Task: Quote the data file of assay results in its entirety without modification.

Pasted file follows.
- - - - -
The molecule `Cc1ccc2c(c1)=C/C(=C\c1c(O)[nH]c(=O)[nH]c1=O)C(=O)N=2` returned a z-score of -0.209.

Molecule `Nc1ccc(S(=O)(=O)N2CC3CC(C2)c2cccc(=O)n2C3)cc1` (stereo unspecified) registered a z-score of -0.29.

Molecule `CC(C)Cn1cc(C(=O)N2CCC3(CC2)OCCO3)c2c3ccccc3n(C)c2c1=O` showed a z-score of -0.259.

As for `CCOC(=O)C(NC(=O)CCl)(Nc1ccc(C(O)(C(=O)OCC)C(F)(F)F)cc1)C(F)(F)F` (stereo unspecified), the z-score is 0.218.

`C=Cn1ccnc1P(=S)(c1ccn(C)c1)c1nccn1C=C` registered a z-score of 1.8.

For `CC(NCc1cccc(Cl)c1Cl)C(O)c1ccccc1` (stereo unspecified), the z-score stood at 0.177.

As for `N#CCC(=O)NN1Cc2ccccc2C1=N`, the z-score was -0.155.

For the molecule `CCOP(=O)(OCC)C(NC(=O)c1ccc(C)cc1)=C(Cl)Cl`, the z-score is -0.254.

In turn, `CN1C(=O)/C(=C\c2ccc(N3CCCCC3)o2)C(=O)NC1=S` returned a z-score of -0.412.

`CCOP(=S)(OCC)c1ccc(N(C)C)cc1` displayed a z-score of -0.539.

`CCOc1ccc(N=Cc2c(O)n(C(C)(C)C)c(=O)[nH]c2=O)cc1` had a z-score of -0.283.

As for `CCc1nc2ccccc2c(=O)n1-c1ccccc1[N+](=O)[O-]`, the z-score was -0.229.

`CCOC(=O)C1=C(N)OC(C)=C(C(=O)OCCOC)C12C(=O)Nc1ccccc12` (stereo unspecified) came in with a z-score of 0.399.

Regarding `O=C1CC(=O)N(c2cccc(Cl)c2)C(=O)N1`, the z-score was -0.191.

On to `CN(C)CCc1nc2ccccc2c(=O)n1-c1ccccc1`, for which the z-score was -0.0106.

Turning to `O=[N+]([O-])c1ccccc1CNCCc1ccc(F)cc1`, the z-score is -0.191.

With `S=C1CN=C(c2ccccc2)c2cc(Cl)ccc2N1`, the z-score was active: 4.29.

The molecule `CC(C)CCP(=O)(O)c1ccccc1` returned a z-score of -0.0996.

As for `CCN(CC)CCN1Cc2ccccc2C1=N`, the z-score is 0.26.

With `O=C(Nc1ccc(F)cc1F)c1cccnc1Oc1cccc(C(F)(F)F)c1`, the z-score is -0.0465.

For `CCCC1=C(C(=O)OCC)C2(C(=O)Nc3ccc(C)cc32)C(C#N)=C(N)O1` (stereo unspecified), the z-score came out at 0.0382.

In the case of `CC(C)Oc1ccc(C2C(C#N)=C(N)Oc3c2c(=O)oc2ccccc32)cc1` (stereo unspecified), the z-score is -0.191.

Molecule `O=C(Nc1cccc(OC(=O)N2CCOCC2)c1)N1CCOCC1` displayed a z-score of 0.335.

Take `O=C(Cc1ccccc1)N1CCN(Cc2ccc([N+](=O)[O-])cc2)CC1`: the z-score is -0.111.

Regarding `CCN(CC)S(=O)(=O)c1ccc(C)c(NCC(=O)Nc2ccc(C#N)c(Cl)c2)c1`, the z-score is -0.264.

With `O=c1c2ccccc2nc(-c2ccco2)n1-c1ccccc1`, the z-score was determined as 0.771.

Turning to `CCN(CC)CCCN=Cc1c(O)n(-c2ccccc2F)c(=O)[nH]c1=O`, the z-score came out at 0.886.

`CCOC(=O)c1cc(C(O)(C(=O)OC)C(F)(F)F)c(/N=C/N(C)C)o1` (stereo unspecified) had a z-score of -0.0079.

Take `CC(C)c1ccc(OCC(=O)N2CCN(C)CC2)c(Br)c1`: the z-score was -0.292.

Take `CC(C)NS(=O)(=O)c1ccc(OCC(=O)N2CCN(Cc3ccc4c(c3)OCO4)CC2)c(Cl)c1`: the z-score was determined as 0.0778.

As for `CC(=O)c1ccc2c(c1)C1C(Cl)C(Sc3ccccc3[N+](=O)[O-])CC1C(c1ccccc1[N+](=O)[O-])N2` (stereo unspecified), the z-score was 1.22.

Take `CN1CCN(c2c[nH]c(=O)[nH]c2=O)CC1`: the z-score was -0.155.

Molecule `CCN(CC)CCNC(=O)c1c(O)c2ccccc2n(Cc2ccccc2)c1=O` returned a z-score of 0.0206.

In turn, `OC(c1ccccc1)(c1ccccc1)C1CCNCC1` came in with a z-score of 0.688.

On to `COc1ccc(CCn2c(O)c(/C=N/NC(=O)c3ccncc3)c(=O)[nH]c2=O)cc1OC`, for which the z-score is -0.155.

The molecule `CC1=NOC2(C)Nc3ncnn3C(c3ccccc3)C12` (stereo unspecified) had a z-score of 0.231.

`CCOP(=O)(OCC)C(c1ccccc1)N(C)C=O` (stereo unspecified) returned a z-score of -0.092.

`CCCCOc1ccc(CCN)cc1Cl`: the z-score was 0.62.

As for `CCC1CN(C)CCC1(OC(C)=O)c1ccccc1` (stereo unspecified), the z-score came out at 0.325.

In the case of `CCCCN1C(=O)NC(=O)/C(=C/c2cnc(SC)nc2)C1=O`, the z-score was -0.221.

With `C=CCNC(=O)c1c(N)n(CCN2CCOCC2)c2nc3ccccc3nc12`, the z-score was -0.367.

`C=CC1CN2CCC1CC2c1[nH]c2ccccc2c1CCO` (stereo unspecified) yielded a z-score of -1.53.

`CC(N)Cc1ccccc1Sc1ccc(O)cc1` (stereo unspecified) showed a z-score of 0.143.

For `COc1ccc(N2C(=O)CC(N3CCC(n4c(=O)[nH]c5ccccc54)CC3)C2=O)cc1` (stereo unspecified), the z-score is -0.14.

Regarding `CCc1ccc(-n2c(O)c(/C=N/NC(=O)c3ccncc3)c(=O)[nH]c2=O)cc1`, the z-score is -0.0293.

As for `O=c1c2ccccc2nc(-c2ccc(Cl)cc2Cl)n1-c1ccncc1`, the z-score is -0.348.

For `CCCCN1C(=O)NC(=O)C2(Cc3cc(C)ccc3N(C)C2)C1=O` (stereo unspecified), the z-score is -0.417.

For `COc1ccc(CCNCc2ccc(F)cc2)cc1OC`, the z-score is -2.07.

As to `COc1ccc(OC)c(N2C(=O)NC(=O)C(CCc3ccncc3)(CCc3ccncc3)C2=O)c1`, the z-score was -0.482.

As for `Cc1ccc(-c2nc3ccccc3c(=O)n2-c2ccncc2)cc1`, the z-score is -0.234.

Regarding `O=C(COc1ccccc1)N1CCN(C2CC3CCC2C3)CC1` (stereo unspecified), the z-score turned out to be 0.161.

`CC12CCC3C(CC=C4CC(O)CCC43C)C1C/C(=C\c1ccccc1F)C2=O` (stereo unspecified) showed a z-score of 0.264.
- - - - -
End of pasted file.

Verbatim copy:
The molecule `Cc1ccc2c(c1)=C/C(=C\c1c(O)[nH]c(=O)[nH]c1=O)C(=O)N=2` returned a z-score of -0.209.

Molecule `Nc1ccc(S(=O)(=O)N2CC3CC(C2)c2cccc(=O)n2C3)cc1` (stereo unspecified) registered a z-score of -0.29.

Molecule `CC(C)Cn1cc(C(=O)N2CCC3(CC2)OCCO3)c2c3ccccc3n(C)c2c1=O` showed a z-score of -0.259.

As for `CCOC(=O)C(NC(=O)CCl)(Nc1ccc(C(O)(C(=O)OCC)C(F)(F)F)cc1)C(F)(F)F` (stereo unspecified), the z-score is 0.218.

`C=Cn1ccnc1P(=S)(c1ccn(C)c1)c1nccn1C=C` registered a z-score of 1.8.

For `CC(NCc1cccc(Cl)c1Cl)C(O)c1ccccc1` (stereo unspecified), the z-score stood at 0.177.

As for `N#CCC(=O)NN1Cc2ccccc2C1=N`, the z-score was -0.155.

For the molecule `CCOP(=O)(OCC)C(NC(=O)c1ccc(C)cc1)=C(Cl)Cl`, the z-score is -0.254.

In turn, `CN1C(=O)/C(=C\c2ccc(N3CCCCC3)o2)C(=O)NC1=S` returned a z-score of -0.412.

`CCOP(=S)(OCC)c1ccc(N(C)C)cc1` displayed a z-score of -0.539.

`CCOc1ccc(N=Cc2c(O)n(C(C)(C)C)c(=O)[nH]c2=O)cc1` had a z-score of -0.283.

As for `CCc1nc2ccccc2c(=O)n1-c1ccccc1[N+](=O)[O-]`, the z-score was -0.229.

`CCOC(=O)C1=C(N)OC(C)=C(C(=O)OCCOC)C12C(=O)Nc1ccccc12` (stereo unspecified) came in with a z-score of 0.399.

Regarding `O=C1CC(=O)N(c2cccc(Cl)c2)C(=O)N1`, the z-score was -0.191.

On to `CN(C)CCc1nc2ccccc2c(=O)n1-c1ccccc1`, for which the z-score was -0.0106.

Turning to `O=[N+]([O-])c1ccccc1CNCCc1ccc(F)cc1`, the z-score is -0.191.

With `S=C1CN=C(c2ccccc2)c2cc(Cl)ccc2N1`, the z-score was active: 4.29.

The molecule `CC(C)CCP(=O)(O)c1ccccc1` returned a z-score of -0.0996.

As for `CCN(CC)CCN1Cc2ccccc2C1=N`, the z-score is 0.26.

With `O=C(Nc1ccc(F)cc1F)c1cccnc1Oc1cccc(C(F)(F)F)c1`, the z-score is -0.0465.

For `CCCC1=C(C(=O)OCC)C2(C(=O)Nc3ccc(C)cc32)C(C#N)=C(N)O1` (stereo unspecified), the z-score came out at 0.0382.

In the case of `CC(C)Oc1ccc(C2C(C#N)=C(N)Oc3c2c(=O)oc2ccccc32)cc1` (stereo unspecified), the z-score is -0.191.

Molecule `O=C(Nc1cccc(OC(=O)N2CCOCC2)c1)N1CCOCC1` displayed a z-score of 0.335.

Take `O=C(Cc1ccccc1)N1CCN(Cc2ccc([N+](=O)[O-])cc2)CC1`: the z-score is -0.111.

Regarding `CCN(CC)S(=O)(=O)c1ccc(C)c(NCC(=O)Nc2ccc(C#N)c(Cl)c2)c1`, the z-score is -0.264.

With `O=c1c2ccccc2nc(-c2ccco2)n1-c1ccccc1`, the z-score was determined as 0.771.

Turning to `CCN(CC)CCCN=Cc1c(O)n(-c2ccccc2F)c(=O)[nH]c1=O`, the z-score came out at 0.886.

`CCOC(=O)c1cc(C(O)(C(=O)OC)C(F)(F)F)c(/N=C/N(C)C)o1` (stereo unspecified) had a z-score of -0.0079.

Take `CC(C)c1ccc(OCC(=O)N2CCN(C)CC2)c(Br)c1`: the z-score was -0.292.

Take `CC(C)NS(=O)(=O)c1ccc(OCC(=O)N2CCN(Cc3ccc4c(c3)OCO4)CC2)c(Cl)c1`: the z-score was determined as 0.0778.

As for `CC(=O)c1ccc2c(c1)C1C(Cl)C(Sc3ccccc3[N+](=O)[O-])CC1C(c1ccccc1[N+](=O)[O-])N2` (stereo unspecified), the z-score was 1.22.

Take `CN1CCN(c2c[nH]c(=O)[nH]c2=O)CC1`: the z-score was -0.155.

Molecule `CCN(CC)CCNC(=O)c1c(O)c2ccccc2n(Cc2ccccc2)c1=O` returned a z-score of 0.0206.

In turn, `OC(c1ccccc1)(c1ccccc1)C1CCNCC1` came in with a z-score of 0.688.

On to `COc1ccc(CCn2c(O)c(/C=N/NC(=O)c3ccncc3)c(=O)[nH]c2=O)cc1OC`, for which the z-score is -0.155.

The molecule `CC1=NOC2(C)Nc3ncnn3C(c3ccccc3)C12` (stereo unspecified) had a z-score of 0.231.

`CCOP(=O)(OCC)C(c1ccccc1)N(C)C=O` (stereo unspecified) returned a z-score of -0.092.

`CCCCOc1ccc(CCN)cc1Cl`: the z-score was 0.62.

As for `CCC1CN(C)CCC1(OC(C)=O)c1ccccc1` (stereo unspecified), the z-score came out at 0.325.

In the case of `CCCCN1C(=O)NC(=O)/C(=C/c2cnc(SC)nc2)C1=O`, the z-score was -0.221.

With `C=CCNC(=O)c1c(N)n(CCN2CCOCC2)c2nc3ccccc3nc12`, the z-score was -0.367.

`C=CC1CN2CCC1CC2c1[nH]c2ccccc2c1CCO` (stereo unspecified) yielded a z-score of -1.53.

`CC(N)Cc1ccccc1Sc1ccc(O)cc1` (stereo unspecified) showed a z-score of 0.143.

For `COc1ccc(N2C(=O)CC(N3CCC(n4c(=O)[nH]c5ccccc54)CC3)C2=O)cc1` (stereo unspecified), the z-score is -0.14.

Regarding `CCc1ccc(-n2c(O)c(/C=N/NC(=O)c3ccncc3)c(=O)[nH]c2=O)cc1`, the z-score is -0.0293.

As for `O=c1c2ccccc2nc(-c2ccc(Cl)cc2Cl)n1-c1ccncc1`, the z-score is -0.348.

For `CCCCN1C(=O)NC(=O)C2(Cc3cc(C)ccc3N(C)C2)C1=O` (stereo unspecified), the z-score is -0.417.

For `COc1ccc(CCNCc2ccc(F)cc2)cc1OC`, the z-score is -2.07.

As to `COc1ccc(OC)c(N2C(=O)NC(=O)C(CCc3ccncc3)(CCc3ccncc3)C2=O)c1`, the z-score was -0.482.

As for `Cc1ccc(-c2nc3ccccc3c(=O)n2-c2ccncc2)cc1`, the z-score is -0.234.

Regarding `O=C(COc1ccccc1)N1CCN(C2CC3CCC2C3)CC1` (stereo unspecified), the z-score turned out to be 0.161.

`CC12CCC3C(CC=C4CC(O)CCC43C)C1C/C(=C\c1ccccc1F)C2=O` (stereo unspecified) showed a z-score of 0.264.